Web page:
Issue: April 2021
Source: Healio interviews
Disclosures: The authors report no relevant financial disclosures.
March 15, 2021
4 min read

CV benefits of type 2 diabetes agents may extend to type 1, but more data needed

Issue: April 2021
Source: Healio interviews
Disclosures: The authors report no relevant financial disclosures.
You've successfully added to your alerts. You will receive an email when new content is published.

Click Here to Manage Email Alerts

We were unable to process your request. Please try again later. If you continue to have this issue please contact

Type 2 diabetes agents with proven cardiovascular benefit may be useful for patients with type 1 diabetes to prevent atherosclerotic CVD, but more robust data are needed for the type 1 population.

Richard E. Pratley

CVD is more common among individuals with type 1 diabetes compared with those without diabetes, and risk for a CV event is large, Richard E. Pratley, MD, the Samuel E. Crockett chair in diabetes research and medical director of AdventHealth Diabetes Institute, told Healio. CVD occurs on average 10 to 15 years earlier among people with type 1 diabetes and type 1 diabetes status essentially eliminates the cardioprotection seen among premenopausal women, Pratley said.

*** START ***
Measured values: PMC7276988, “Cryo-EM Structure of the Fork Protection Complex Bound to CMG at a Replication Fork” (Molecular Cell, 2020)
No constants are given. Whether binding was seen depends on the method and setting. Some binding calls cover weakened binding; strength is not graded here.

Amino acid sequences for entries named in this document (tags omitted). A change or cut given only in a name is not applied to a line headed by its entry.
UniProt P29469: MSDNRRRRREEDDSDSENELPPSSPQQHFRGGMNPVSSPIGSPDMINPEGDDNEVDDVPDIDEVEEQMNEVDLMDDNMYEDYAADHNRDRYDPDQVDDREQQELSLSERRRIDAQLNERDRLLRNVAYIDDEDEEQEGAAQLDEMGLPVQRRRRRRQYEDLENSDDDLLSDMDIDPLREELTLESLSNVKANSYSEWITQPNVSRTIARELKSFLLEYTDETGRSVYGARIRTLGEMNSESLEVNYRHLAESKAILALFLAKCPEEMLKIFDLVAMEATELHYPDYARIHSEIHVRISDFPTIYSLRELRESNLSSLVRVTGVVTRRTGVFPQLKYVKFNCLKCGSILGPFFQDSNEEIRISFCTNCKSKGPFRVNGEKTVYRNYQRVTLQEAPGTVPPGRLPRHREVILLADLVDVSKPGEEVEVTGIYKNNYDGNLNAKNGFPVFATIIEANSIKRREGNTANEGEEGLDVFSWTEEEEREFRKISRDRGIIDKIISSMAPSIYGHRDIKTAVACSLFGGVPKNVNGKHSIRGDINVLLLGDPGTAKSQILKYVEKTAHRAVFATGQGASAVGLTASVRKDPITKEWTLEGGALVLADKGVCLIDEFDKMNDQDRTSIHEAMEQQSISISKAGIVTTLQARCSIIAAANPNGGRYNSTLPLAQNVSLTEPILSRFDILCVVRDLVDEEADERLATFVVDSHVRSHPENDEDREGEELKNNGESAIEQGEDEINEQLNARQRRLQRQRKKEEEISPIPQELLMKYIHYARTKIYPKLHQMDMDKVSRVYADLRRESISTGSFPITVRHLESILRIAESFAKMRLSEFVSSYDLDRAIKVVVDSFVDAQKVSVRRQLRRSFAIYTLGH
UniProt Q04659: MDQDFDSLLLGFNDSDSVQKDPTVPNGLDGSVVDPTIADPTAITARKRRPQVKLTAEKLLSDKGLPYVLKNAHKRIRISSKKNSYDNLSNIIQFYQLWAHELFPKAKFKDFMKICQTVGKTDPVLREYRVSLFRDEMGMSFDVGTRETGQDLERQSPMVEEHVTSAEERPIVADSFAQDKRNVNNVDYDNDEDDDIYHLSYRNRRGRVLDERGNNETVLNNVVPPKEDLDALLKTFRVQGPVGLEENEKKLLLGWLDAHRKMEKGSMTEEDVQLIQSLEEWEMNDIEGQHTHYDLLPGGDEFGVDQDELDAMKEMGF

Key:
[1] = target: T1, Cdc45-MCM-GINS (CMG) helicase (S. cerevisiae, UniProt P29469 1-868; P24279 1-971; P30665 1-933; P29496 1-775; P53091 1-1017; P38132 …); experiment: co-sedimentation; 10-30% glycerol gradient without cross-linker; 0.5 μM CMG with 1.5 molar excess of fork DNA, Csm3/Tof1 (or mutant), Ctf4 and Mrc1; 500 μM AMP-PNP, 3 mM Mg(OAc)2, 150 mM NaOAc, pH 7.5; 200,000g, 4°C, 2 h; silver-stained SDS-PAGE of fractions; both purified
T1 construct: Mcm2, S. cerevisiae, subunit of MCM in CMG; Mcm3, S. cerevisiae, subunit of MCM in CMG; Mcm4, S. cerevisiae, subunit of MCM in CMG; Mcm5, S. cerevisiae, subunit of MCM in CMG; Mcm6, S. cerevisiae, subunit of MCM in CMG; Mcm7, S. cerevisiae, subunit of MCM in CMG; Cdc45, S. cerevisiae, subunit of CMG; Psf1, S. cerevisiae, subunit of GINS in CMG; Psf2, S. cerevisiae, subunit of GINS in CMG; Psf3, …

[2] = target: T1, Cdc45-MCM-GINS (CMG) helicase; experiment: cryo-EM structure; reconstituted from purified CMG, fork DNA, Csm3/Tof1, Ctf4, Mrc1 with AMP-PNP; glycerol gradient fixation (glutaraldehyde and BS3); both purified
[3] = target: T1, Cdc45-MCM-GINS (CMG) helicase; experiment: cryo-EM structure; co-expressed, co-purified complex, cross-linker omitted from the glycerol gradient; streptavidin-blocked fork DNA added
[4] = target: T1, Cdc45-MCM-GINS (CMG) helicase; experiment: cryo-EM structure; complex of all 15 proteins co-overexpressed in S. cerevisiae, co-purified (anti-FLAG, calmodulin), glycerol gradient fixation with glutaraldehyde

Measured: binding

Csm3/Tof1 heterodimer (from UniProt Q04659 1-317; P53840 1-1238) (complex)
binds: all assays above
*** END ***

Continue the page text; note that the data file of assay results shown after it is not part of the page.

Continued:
Source: Adobe Stock

“CVD is the leading cause of death among people with type 1 diabetes, and our approach [to reducing CV risk] really is extrapolated from studies in type 2 diabetes and nondiabetic patients,” Pratley said. “That seemed to work out well for lipids, but what about these other medications?”

David M. Nathan

The addition of SGLT2 inhibitors or GLP-1 receptor agonists — currently FDA approved only for type 2 diabetes — to intensive insulin therapy provides minimal benefits, with no demonstrated gain for CVD, and poses the risk for “substantial harm,” according to David M. Nathan, MD, director of the Massachusetts General Hospital Diabetes Center and professor of medicine at Harvard Medical School.

“Until there are any credible data showing a benefit with these classes of drugs in type 1 diabetes, there are only increased adverse effects, risk and costs to recommend them,” Nathan told Healio. “In particular, the SGLT-2 inhibitors pose an increased risk for [diabetic ketoacidosis] when used in type 1 diabetes.”

Translating SGLT2, GLP-1 benefits